“I wish we could move this house to…”
You could fill in the name of a neighbourhood or a city of your choice. Still, this is one of the most hopeless sentences in the history of human interaction.
My mum used it at least once a week.
Every time she wanted to go to the theatre and there was no one to watch with her.
Every time she wanted to see her granddaughter and remembered that she is 250 miles away.
Every time she wanted to have a coffee and a chat with her sister and remembered that she’d have to wait for her annual visit.
You see, what bothered my mum was not her house; what bothered her was the things that go with it, things we tend to forget when we choose a house.
Many personal finance and real estate experts would tell you that you have to choose a house you can afford. This is true. But you also have to choose a house that you love. This love rarely comes from the house itself – after all, you could more or less re-build any house you buy. Love comes from the people you live around, the opportunities that your home affords you to do what you really enjoy and the pleasure of seeing the neighbourhood you chose – and your properties price – go up.
We sometimes fail to notice what property developers have started paying more attention to. I was looking, for instance, at some houses for sale in Gold Coast by Lend Lease (don’t even ask, but you never know where my nomadic wanderlust will take me in five years) and these people build not simply house; they build communities.
Let me tell you about the four things to look for when looking for the house you love and how to go about it.
#1. Find the house you love: how to spot an up-and-coming neighbourhood
When looking for the house you love, it’s often helpful to look for the right neighbourhood.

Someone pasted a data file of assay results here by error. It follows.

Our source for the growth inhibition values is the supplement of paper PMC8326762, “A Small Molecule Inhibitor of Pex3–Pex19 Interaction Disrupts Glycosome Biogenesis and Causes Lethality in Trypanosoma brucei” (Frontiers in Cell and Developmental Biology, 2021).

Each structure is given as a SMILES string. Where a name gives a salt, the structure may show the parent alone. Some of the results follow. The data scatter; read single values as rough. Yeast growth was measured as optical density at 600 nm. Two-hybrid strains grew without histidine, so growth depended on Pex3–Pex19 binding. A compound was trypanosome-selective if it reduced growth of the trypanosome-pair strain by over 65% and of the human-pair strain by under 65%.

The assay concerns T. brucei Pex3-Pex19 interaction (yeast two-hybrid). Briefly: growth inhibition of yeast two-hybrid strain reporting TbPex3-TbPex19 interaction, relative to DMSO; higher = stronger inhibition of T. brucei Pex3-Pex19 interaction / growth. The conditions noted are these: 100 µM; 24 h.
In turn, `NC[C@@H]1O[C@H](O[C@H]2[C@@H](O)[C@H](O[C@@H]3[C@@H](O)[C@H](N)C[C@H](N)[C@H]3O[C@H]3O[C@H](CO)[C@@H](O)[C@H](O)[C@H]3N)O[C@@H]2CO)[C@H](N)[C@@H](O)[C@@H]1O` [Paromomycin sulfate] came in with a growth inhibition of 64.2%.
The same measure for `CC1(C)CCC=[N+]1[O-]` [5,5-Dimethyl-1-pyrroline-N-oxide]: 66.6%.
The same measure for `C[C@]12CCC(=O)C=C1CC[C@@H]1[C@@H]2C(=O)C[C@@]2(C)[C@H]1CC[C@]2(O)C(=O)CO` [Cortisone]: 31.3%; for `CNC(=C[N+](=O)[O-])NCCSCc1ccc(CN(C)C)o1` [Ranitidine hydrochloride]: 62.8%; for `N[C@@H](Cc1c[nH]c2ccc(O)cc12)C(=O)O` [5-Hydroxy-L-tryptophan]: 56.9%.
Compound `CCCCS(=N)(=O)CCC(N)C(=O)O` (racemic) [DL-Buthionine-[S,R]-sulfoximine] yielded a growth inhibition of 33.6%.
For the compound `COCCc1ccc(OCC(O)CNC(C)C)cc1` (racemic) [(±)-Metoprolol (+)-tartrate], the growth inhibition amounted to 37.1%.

You may be one of these people who have more money than sense. If you are, you can jump straight in and buy a house in a well-established and prosperous neighbourhood and accept that you may need to move (neighbourhoods go through cycles) and that your house may lose you money next time the property market goes down.
Still, you are reading Enemy of Debt, aren’t you? This makes me think that you may have more sense than money. If this is the case you will be looking for a neighbourhood that is just at the cusp of becoming fashionable and prosperous. This way, your house will grow in price and you’d be as safe from the fluctuations of the property market as this is possible at all.
Have a walk about
Walk around the neighbourhood. Look carefully at the houses. Are they well maintained? Have they been recently painted? Are the gardens kept?
And this is how you observations can make sense:
- If all houses are in top shape and the cars are clean, I’ll stay away. Houses being maintained to a high standard is a sign that this is an established and prosperous neighbourhood. What about the cars? Well, I just don’t like to live in a place where people don’t have anything better to do than keep their cars clean.
- If the houses generally look like the owners have been asleep for the last ten-fifteen years, the gardens are un-kept and there are no communal touches, I’ll stay away. This sounds like a depressed neighbourhood that is not on its way up.
- If there are some houses that are well maintained, the gardens are flowering and the streets are clean (optional, some communal touches), I’ll consider it. This may be an up-and-coming neighbourhood.
Drive through in the morning
Drive through the neighbourhood in the morning. What do you see?
Do you see doors opening and kids going to school? Do you see, people getting ready to go to work?